Pieces of Grandma Jeanne

About ten years ago, my paternal grandmother, Grandma Jeanne, passed away.  She was a giant figure in my childhood, and in our family, and I want to share a few reflections about her.

Thanksgiving was her holiday, which is to say, it was our holiday with her.  This was fairly significant when I was young, because she lived in California, and we were in Kentucky.  Each year, she would make the trek across the country to join us for the holiday meal.  I don’t think she missed a single one.

Her life was one of glamour and intrigue.  She married several times, including my grandfather, twice.  She was tall and elegant, always wearing huge jewelry and displaying amazing works of original art in her home.  She worked, and had some hazy ties to the mafia, eventually running into trouble with law enforcement when she refused to snitch.  I’m told that a former Las Vegas mayor still owes her lunch.

Her voice was loud, her wit was sharp, and her tone often stern.  She didn’t need to spank her kids or grandkids; after two minutes of reprimand by Grandma Jeanne, a spanking would have been a welcome reprieve.  She had two children: my dad, and a daughter who died way, way too young.  Aside from my siblings and I, she had another grandson, my cousin Jasha, and she lived just long enough to become a great-grandmother thanks to him.

In her later years, she moved to Kentucky to be closer to my dad.  We started a family tradition of having a bagel brunch at her home each Sunday.  It was an opportunity for us to spend time together as a family each week, and to really be active in each other’s lives.

She was a heavy smoker, and in her later years developed emphysema.  She couldn’t get around very easily, and soon became virtually confined to her home, dependent on a breathing machine.  As an invincible teenager, I used to smoke with her after our folks left.  Grandma and I had a special camaraderie, and we shared stories from her life, and mine.

Complications from smoking took her life, in the end, ten years ago this spring.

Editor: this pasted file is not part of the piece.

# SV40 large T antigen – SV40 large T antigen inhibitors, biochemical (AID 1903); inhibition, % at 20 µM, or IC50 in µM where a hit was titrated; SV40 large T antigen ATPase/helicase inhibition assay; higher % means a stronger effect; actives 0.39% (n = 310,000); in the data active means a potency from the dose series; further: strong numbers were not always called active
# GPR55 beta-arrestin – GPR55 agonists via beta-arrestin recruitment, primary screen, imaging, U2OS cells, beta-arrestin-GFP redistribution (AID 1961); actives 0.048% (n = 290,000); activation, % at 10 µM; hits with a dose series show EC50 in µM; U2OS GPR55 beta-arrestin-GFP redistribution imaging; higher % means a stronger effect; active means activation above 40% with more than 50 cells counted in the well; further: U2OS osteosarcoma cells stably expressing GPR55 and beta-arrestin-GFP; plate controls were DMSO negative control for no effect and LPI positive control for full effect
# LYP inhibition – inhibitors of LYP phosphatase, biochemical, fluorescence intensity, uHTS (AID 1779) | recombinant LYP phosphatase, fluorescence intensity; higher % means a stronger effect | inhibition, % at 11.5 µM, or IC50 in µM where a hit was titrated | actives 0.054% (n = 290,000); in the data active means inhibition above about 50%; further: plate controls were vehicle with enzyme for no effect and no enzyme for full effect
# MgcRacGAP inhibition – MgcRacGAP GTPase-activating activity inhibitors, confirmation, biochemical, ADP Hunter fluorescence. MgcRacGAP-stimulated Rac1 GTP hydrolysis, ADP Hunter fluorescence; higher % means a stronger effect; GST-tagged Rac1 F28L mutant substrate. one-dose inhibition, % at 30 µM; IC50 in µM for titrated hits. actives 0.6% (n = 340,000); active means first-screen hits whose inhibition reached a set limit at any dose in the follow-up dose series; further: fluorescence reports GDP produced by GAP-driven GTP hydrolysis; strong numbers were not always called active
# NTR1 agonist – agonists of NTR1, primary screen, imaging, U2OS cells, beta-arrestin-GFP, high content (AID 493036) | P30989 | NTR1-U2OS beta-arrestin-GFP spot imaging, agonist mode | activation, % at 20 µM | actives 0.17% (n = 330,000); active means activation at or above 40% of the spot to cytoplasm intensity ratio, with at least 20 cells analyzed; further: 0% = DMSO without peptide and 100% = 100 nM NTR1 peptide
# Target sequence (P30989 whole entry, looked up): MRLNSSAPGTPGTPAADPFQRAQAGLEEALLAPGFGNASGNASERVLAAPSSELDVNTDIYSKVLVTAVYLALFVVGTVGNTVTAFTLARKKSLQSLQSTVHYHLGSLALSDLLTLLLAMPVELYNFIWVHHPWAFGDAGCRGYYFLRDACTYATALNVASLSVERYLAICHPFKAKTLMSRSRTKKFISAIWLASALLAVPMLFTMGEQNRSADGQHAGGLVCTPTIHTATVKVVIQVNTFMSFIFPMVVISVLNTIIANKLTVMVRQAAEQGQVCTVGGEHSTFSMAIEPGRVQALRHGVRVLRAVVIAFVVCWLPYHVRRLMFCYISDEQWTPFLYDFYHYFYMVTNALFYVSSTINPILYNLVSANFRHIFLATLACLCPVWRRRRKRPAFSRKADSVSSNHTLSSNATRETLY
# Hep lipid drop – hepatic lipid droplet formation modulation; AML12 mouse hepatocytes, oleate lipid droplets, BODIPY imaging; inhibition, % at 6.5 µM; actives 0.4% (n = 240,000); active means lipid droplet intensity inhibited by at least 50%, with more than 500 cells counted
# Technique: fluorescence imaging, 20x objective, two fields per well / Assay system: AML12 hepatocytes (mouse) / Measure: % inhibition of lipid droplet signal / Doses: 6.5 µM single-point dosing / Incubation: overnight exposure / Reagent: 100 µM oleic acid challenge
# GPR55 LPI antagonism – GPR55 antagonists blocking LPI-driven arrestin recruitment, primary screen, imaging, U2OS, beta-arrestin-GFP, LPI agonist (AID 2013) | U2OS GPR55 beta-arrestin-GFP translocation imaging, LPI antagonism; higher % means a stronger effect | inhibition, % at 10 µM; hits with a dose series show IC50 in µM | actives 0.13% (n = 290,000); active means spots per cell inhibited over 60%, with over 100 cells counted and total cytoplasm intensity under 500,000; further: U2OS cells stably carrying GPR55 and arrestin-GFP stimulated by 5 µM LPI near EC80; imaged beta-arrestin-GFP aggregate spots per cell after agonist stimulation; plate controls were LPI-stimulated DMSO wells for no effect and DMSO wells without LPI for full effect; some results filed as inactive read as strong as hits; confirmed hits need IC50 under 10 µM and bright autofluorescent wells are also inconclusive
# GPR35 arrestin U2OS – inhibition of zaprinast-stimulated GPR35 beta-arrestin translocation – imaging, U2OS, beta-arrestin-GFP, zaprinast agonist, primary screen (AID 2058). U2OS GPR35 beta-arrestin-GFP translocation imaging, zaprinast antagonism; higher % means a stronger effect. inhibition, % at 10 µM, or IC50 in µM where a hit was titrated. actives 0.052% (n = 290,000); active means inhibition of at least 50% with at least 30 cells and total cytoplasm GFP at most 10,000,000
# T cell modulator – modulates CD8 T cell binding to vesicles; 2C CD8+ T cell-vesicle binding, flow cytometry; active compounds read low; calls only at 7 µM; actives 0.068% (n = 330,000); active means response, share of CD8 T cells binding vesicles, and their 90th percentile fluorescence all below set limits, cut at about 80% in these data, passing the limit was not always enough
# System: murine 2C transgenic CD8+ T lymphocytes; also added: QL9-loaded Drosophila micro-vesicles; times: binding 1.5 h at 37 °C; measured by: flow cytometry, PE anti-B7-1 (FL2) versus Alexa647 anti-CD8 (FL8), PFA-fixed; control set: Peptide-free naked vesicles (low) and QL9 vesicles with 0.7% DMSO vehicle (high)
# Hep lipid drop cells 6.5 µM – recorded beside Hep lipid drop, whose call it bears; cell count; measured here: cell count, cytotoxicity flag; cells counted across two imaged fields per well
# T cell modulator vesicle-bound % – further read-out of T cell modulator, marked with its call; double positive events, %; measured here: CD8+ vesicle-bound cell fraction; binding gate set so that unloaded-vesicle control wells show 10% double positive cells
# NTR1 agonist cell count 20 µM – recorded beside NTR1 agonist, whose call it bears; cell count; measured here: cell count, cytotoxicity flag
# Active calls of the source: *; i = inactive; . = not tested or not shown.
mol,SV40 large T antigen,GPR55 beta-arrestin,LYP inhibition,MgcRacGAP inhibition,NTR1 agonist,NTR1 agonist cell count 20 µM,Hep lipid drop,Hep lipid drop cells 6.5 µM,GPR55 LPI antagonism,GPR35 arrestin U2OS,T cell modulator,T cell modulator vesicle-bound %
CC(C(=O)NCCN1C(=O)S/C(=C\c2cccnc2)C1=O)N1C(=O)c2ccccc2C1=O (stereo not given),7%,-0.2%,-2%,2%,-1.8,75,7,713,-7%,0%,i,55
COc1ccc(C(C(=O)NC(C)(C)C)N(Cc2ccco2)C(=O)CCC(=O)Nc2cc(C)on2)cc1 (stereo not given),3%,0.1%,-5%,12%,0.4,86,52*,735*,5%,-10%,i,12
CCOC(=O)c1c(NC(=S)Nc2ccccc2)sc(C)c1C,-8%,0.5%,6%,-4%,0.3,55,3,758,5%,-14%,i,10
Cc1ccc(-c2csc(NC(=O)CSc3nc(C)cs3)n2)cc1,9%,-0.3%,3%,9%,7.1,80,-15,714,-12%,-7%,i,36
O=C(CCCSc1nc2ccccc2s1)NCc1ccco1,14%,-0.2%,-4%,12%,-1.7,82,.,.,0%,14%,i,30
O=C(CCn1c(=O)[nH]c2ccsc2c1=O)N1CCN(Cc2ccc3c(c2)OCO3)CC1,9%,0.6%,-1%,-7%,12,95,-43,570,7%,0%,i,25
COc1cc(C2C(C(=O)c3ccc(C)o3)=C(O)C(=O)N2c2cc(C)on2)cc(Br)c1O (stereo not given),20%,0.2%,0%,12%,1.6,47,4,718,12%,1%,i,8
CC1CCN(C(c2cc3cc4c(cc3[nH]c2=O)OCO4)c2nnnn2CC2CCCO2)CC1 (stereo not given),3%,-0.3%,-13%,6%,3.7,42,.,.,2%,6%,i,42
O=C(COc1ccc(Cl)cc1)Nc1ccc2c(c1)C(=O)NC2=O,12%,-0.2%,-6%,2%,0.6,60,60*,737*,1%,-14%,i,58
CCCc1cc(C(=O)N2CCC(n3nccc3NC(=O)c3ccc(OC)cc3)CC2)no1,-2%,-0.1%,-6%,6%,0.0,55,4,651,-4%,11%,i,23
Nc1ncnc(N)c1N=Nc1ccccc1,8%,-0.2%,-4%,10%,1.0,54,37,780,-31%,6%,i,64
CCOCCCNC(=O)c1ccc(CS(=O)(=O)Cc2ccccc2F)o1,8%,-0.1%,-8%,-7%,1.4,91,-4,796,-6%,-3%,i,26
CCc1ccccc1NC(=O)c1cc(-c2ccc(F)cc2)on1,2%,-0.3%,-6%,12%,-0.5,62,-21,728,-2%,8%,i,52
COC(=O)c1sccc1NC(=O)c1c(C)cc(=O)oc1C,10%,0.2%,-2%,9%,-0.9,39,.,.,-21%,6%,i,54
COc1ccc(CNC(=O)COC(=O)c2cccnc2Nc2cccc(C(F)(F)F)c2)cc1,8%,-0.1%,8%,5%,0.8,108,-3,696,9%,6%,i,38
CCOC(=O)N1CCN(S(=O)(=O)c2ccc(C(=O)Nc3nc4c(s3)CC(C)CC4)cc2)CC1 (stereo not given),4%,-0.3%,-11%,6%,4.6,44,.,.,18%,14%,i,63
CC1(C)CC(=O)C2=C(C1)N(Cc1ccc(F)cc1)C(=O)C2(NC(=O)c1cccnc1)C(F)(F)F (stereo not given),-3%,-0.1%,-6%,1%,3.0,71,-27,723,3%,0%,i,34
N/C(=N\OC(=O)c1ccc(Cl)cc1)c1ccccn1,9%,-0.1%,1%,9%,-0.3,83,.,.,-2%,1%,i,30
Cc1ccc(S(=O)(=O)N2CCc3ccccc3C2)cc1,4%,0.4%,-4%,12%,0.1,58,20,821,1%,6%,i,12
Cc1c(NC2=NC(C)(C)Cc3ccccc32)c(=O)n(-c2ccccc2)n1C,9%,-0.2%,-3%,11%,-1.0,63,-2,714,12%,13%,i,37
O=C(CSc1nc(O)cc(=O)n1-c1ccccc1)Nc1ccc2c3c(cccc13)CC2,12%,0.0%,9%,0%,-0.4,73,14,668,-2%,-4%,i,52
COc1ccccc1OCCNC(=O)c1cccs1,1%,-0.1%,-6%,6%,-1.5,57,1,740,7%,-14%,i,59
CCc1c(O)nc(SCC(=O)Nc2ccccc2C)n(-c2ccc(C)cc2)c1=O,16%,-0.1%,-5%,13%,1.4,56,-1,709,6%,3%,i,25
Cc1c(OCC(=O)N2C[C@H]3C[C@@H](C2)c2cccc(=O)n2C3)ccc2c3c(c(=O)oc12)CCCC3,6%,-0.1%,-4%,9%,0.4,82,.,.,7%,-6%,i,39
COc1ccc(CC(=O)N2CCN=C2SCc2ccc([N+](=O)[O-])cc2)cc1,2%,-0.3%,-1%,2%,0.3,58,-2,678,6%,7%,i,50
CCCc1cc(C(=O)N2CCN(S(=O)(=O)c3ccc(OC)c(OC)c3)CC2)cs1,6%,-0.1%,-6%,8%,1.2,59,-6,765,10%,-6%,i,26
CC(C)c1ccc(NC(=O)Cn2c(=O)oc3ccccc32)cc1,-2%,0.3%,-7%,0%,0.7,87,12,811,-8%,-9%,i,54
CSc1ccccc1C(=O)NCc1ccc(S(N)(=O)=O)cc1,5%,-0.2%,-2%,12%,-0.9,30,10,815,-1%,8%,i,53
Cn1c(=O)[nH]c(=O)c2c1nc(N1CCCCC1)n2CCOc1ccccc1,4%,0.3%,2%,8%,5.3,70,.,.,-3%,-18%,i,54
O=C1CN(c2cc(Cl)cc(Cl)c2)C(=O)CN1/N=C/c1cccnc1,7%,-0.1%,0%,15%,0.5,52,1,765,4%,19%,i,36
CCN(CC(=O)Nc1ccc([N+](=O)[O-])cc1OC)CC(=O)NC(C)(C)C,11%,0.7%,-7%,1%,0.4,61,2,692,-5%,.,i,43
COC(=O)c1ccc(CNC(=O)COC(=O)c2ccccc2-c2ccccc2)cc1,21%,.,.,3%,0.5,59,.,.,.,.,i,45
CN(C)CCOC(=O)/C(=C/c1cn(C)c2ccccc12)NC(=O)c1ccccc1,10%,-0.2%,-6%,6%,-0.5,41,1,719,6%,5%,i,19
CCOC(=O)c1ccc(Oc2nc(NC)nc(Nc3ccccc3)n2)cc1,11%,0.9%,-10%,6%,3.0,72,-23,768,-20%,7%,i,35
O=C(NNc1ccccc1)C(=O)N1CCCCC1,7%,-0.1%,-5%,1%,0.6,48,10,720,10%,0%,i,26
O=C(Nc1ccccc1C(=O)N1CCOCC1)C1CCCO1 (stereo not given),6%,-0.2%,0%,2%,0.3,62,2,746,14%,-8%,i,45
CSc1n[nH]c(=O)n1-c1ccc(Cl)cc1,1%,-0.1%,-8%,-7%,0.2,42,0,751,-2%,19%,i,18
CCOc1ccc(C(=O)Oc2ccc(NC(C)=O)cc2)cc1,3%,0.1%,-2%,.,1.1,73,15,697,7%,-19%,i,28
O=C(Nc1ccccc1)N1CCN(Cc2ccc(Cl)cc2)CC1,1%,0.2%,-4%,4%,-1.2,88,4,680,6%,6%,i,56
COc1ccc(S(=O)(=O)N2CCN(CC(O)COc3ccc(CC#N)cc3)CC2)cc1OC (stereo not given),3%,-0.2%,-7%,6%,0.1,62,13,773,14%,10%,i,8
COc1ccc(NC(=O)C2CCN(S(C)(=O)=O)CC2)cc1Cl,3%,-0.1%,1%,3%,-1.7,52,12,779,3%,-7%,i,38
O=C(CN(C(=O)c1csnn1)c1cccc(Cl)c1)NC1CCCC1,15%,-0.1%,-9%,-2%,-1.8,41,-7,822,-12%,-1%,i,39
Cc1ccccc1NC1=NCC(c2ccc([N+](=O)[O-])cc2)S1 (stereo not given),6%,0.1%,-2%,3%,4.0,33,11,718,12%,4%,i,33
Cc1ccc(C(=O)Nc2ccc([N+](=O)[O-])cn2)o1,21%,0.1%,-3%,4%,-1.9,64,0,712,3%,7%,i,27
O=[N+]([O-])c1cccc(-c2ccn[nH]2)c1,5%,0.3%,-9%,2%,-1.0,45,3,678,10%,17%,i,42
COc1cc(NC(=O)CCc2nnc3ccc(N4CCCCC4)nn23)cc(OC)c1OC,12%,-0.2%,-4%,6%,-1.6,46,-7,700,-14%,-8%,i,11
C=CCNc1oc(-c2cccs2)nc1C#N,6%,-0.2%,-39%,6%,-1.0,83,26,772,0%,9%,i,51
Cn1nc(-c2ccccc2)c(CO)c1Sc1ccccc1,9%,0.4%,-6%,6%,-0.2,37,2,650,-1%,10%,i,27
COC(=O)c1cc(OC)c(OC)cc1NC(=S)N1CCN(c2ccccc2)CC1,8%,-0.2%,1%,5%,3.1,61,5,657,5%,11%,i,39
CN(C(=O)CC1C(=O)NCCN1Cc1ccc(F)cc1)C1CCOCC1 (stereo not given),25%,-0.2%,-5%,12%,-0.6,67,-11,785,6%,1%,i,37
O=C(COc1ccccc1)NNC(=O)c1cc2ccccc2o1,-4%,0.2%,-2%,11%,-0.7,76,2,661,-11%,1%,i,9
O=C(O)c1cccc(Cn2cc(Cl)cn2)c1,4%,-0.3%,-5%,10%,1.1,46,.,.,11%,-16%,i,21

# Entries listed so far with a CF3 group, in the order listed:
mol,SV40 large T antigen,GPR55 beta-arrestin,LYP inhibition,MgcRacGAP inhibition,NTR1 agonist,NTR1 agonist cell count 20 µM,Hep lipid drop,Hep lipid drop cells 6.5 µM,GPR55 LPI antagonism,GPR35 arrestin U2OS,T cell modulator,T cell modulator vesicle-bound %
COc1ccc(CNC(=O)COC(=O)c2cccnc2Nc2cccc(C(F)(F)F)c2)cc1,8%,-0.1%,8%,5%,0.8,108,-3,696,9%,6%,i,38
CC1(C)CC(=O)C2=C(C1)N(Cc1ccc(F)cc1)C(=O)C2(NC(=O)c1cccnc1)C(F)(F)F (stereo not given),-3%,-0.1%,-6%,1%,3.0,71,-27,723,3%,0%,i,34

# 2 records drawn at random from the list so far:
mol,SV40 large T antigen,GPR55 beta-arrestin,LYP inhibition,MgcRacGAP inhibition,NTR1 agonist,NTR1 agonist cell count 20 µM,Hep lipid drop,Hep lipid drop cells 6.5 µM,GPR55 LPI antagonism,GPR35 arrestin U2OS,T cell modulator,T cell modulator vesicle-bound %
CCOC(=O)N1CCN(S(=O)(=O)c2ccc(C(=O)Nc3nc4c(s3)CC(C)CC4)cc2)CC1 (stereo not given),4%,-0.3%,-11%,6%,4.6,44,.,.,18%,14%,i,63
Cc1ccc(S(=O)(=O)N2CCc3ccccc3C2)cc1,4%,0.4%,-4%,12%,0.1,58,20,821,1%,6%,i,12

When she passed, I received three items to remember her by.  The first is a keychain I wove for her at summer camp as a small child, twisted bits of much-abused leather, which I still use every day.  The second is a bright orange sports coat, a relic from her glamorous days on the West Coast.  I wear it occasionally to whimsical parties, and it never fails to make an impression.

The last is a two foot high replica of a Rodin statue, depicting a man kneeling in front of a nude woman, kissing her midsection.  When we would visit Grandma Jeanne as children, she would hide that piece, since it was considered too erotic for kids.

For the longest time, both she and my dad told me it was Rodin’s “The Kiss,” but last year I learned that it is actually a different work, called “The Eternal Idol,” a small piece from his master work “The Gates of Hell.”  Funny, the disillusionment of learning that something you learned young and were very sure about was totally wrong.  Today, it sits in a place of honor on my bookshelf.

Grandma Jeanne may be gone, but she is certainly not forgotten.  I’m reminded of her style, her wit, and her contagious laugh almost every day.

One last note: after she passed, my family stopped doing Thanksgiving together.  Her last year with us was the last time my immediate family all gathered for the holiday meal.  Last November, four of us got together and decided that we need to rekindle that tradition, and with any luck, this year will bring us all together again.  Grandma Jeanne won’t be with us, except in spirit.

I’m thankful she was a part of my life.

 

 

 

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Published in: on January 5, 2015 at 11:10 am  Leave a Comment  
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